A tree stands sentinel outside my living room windows. It's a type of oak and has a lot of gall(s). I thought they might be some kind of seed pods but according to my Word Finder, a gall is described as "a growth produced by insects or fungus on plants and trees, esp. on oak." What made me think they might be seed pods was seeing birds peck on them. Maybe they aren't seeds. Maybe they're little insect condos and the birds attack on a fairly regular basis.
There's a sidewalk's width between the tree and this building. Apparently, some years ago the residents living closest to the tree complained about branches hitting the building. So the city had the offending growth chopped off. From my view, it sort of reminds me of a doll house, where one outside wall is non-existent and allows you to watch the goings on. Believe me, every once in a while there is something going on that elicits a chuckle. Birds can be just as crazy as humans when it comes to behavior. I sometimes wonder who learned it from whom. There have been sparrows, chickadees, blue jays, robins and a couple cardinals. There was even a downy woodpecker earlier in the spring. I haven't seen any mourning doves this year but when they do come around, they seem to prefer the courtyard on the other side of the building.
Near the base of the trunk, the oak can't be much more than twelve inches in diameter, although I admit it's hard to judge when you're looking down at it from a third floor apartment. The distance can skew your perspective. Because it's so slender it sways a lot. (think of those balloon-like thingies that you sometimes see at gas stations, or in from of businesses that might have something special going on. they get shots of air that make them bend, wiggle and sway as if they were alive.) While this tree can't wiggle, it certainly is more 'limber' than I am in the way it can move. The higher the wind, the more it bends. This past winter we had wind gusts that got pretty high and I thought for sure the trunk was either going to snap or the whole tree was going to go over. Fortunately, neither scenario occurred. One afternoon in early spring, a couple blue jays were sitting on one of the branches. They were hanging on to that branch as the wind picked up. Their feathers were getting slightly ruffled but their balance became a bit precarious. Needless to say, they didn't stay on that branch very long.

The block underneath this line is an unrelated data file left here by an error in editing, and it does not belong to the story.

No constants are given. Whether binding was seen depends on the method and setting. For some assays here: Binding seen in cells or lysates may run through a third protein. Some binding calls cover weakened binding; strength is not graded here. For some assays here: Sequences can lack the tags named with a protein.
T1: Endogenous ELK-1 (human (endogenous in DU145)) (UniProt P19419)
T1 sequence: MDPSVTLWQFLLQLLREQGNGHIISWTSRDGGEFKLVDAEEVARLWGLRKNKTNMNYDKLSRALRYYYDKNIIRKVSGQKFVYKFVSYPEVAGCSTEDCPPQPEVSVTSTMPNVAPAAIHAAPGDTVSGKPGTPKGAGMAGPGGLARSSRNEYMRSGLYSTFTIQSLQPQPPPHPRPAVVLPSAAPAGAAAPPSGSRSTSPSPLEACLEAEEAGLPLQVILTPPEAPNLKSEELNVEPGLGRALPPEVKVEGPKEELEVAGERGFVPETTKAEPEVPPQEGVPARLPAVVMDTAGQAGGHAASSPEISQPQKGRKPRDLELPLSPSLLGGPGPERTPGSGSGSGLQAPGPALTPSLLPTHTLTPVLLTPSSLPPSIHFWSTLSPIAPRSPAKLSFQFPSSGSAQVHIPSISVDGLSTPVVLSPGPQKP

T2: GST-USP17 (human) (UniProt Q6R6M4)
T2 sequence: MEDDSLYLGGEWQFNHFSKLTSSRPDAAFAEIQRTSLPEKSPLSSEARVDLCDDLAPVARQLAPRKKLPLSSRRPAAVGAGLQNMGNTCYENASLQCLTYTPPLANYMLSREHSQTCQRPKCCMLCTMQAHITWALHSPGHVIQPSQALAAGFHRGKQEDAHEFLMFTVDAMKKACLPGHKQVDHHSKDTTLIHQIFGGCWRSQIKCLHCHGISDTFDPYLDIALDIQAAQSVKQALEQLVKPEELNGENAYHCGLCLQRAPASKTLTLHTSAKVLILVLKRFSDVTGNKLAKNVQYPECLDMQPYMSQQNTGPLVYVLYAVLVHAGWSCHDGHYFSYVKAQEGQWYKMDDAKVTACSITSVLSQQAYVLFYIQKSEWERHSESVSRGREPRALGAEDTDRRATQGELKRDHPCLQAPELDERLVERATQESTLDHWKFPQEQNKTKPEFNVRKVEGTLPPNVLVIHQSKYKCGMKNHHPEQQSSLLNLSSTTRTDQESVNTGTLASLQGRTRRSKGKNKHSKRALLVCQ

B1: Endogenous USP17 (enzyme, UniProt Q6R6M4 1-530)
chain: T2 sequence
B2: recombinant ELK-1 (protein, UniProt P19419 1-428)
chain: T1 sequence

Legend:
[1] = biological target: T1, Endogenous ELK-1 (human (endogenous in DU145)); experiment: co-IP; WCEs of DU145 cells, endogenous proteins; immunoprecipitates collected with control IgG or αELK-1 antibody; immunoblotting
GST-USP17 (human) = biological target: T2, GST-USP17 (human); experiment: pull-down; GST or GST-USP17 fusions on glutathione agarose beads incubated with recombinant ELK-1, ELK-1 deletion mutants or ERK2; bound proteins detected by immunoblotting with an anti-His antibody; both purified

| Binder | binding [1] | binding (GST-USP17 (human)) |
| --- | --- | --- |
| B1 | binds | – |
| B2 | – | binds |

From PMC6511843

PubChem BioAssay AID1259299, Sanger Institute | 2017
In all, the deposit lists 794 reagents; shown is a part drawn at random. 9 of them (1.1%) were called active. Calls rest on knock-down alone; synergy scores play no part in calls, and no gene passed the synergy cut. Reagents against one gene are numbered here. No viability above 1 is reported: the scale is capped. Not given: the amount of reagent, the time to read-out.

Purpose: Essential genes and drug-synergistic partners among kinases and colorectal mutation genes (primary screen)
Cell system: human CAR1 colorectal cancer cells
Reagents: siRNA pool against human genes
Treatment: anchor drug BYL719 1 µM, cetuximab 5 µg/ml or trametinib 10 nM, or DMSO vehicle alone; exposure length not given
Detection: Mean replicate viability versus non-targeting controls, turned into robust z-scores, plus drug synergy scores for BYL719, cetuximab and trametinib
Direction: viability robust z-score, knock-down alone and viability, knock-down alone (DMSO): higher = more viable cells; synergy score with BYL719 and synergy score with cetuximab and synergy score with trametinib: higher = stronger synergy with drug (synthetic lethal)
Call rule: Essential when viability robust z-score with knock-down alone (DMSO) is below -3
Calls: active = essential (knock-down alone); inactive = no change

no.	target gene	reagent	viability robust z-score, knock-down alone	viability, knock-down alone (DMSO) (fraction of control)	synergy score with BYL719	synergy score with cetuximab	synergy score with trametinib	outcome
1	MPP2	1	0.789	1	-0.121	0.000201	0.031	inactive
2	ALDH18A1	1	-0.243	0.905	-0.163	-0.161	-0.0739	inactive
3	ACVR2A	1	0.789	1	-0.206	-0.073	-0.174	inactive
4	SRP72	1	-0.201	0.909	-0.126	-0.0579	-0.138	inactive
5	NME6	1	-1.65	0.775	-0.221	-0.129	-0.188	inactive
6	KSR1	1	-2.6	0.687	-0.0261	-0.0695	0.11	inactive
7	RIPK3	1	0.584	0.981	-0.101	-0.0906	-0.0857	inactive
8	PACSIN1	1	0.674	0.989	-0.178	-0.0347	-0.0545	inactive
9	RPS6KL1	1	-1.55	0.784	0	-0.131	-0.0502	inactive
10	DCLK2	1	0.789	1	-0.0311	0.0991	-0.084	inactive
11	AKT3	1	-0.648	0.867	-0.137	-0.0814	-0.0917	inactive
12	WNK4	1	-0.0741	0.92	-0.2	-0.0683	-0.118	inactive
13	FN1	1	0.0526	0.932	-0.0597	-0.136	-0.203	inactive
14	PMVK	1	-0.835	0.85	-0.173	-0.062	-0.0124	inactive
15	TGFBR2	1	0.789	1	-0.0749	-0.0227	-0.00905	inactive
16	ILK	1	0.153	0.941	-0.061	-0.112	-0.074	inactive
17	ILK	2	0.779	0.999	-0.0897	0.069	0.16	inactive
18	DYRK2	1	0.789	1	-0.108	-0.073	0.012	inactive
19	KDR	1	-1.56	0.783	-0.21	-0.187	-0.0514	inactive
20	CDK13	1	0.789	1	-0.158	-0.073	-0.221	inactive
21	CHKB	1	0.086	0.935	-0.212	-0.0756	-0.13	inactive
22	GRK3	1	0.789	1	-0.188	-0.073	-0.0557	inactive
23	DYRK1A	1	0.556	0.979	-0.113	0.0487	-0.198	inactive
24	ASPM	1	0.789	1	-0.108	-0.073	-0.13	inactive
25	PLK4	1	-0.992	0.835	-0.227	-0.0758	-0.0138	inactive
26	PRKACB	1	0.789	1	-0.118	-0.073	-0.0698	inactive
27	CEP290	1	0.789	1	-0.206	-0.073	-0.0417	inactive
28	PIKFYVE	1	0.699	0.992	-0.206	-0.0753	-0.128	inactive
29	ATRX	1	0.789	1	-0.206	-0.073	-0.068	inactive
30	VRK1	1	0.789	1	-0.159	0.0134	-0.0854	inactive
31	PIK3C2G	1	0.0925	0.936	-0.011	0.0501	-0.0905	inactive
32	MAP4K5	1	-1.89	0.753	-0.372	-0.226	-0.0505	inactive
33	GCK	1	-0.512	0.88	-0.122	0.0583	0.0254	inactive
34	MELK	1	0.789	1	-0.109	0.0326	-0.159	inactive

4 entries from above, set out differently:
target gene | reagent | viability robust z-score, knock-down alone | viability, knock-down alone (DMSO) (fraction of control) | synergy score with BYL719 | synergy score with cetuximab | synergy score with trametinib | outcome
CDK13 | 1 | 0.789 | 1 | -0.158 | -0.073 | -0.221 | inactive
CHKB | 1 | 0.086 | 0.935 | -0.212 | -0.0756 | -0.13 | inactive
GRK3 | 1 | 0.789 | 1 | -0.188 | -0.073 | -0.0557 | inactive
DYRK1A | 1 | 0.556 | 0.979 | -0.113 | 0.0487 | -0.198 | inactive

When there are no birds around (which is rare since there are nests beneath the edge of the roof of this building. Even when the nests are empty the birds appreciate the shelter from bad weather, no matter the season) I like to just watch the tree, watch the thin branches and the leaves ripple in the slightest breeze and the sunlight. I can let my mind wander, consider new writing plots or figure out how to fix a scene to make it better. There are no dull moments where the tree is concerned. Who knows, it could end up in one of those scenes. As long as I'm living here, I'll watch it grow and dance with the winds.